New tools to improve performance
on April 27, 2020 (last modified on May 19, 2022) • 26 minute read
You’ve spent valuable time and resources optimizing important pages on your website.
Now, how are you reporting on the impact of your efforts? After all, if you don’t know whether your on-page changes have worked, how can you continue to grow traffic to that page?
Good SEO reporting can be just as impactful as the changes themselves.
But reporting isn’t an easy thing; you need to make sure the metrics you’re including in your SEO dashboard are actually valuable. Otherwise, you’ll just show a bunch of KPIs that don’t really mean anything.
We wanted to find out how people do this. So, we asked 50+ experts.
Here are 27 metrics and tips that will help you create an awesome on-page SEO report:
Iron Monk‘s Jack Choros advises tracking this in your on-page SEO report because “it represents the percentage of users that leave your website after landing on only one page.”
“Usually you only get one or two clicks to get a user’s attention in order to get them onto your website. If they instantly leave it tells you that your landing page or homepage isn’t compelling enough.”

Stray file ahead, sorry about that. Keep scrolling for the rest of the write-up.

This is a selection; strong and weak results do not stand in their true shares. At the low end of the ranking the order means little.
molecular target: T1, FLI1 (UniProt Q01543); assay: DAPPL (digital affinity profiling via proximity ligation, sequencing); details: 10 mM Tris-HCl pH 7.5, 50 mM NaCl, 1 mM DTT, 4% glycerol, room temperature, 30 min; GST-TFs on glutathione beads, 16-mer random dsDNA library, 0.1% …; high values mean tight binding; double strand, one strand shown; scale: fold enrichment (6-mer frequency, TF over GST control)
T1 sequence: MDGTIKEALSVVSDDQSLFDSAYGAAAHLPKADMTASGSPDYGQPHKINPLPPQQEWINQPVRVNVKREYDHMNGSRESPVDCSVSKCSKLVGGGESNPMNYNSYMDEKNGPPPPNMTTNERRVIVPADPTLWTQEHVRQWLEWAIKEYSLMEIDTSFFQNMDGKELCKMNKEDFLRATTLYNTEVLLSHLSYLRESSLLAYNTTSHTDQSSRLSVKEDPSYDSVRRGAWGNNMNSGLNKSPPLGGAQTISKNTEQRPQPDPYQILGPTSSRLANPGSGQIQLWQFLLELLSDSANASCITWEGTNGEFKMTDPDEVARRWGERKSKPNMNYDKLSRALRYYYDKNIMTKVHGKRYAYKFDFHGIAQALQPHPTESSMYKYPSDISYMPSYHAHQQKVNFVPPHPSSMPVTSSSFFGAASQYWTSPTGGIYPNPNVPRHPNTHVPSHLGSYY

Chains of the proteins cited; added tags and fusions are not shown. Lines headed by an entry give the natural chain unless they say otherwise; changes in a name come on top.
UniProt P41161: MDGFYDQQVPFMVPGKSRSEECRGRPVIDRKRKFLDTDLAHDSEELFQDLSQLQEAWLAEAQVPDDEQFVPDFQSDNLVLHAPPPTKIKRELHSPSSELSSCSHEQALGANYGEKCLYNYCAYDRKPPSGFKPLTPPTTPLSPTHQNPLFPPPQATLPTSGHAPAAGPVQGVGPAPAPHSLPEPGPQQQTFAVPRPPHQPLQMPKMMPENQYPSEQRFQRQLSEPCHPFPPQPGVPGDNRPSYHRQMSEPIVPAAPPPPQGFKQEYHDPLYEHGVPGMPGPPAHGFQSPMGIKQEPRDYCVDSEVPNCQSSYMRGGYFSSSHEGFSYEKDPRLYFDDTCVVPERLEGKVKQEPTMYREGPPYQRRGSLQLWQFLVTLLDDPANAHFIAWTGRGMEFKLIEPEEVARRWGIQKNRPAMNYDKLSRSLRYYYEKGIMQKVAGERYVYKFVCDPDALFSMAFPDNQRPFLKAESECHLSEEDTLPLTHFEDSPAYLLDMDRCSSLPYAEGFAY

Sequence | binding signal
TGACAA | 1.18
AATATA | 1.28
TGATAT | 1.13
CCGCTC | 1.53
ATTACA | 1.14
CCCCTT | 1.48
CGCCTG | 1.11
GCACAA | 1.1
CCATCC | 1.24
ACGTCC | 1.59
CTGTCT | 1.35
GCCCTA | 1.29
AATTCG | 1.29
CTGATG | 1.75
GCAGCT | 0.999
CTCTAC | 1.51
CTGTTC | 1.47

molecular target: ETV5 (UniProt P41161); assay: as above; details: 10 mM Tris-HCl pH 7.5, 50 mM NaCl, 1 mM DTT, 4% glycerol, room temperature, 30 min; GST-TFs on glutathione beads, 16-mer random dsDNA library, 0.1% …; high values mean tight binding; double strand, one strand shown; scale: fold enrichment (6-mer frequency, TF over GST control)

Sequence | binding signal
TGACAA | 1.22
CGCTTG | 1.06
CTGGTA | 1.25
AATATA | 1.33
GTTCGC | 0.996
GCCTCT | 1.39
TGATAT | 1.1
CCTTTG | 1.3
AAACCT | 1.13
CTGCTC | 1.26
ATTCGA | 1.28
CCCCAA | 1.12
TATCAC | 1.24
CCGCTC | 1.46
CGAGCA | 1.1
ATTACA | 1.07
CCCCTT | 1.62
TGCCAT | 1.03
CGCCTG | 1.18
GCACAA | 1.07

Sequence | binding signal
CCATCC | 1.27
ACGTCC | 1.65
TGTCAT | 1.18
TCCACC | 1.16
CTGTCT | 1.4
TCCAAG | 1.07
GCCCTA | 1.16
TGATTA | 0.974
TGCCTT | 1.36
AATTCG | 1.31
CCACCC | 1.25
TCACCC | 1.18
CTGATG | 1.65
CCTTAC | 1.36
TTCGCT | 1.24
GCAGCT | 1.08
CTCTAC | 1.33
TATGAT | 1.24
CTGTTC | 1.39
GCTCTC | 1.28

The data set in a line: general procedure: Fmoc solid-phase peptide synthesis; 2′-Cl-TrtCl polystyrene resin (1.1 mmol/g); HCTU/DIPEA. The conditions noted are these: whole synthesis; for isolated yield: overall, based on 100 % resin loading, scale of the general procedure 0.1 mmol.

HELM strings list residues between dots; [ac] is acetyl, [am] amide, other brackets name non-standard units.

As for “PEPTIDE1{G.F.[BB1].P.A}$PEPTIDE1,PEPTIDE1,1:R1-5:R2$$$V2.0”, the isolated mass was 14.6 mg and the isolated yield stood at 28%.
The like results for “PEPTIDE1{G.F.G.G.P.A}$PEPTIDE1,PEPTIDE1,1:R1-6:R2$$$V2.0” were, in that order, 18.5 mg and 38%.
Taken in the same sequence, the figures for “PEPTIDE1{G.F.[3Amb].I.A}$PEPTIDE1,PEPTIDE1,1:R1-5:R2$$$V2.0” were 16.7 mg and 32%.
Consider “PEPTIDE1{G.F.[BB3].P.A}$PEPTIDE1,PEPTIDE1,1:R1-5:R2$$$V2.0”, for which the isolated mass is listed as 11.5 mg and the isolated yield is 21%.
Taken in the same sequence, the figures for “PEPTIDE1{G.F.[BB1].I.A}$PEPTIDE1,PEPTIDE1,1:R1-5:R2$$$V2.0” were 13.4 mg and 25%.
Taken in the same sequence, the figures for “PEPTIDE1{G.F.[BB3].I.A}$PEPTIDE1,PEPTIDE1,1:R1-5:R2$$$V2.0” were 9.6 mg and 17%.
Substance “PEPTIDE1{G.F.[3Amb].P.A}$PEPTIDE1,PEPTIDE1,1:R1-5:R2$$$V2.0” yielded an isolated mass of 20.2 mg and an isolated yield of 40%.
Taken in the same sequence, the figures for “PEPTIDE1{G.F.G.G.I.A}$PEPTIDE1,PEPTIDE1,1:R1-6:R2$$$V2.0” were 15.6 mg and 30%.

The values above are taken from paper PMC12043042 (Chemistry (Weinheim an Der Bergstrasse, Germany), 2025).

“The last thing you want is to spend money on ads and search engine optimization only to find out that most of the people that actually follow through on searching for you are clicking through on ads are going to leave anyway.
Daniel Torres Pacheco also says they track this at Zety “because we create a plethora of landings pages, and continually monitoring the bounce rate helps us contrast, compare, and analyze why some pages perform better than others.”
Toni JV of JVT Media adds: “Satisfying user intent is the #1 goal with SEO, without it, nothing else works. So when you work to improve things like bounce rate, you automatically increase your performance.)
Backlinks are the bread and butter of any SEO report.
Mailbird‘s Andrea Loubier explains why: “If you’re trying to help your site move up on Google’s rankings, then having links on other sites is one of the ways you can achieve that. This can be done through many different methods, including guest posts, links to your content, and providing quotes to writers.”
WILD‘s Romain Chiaramonte adds: “Most of the time, SEO expert only mentions global referring domains whereas it includes No Follow = no juice. So, by transparency, you should mention only Do-Follow referring domains (even if No-Follow link will be crawled starting March 1st.)”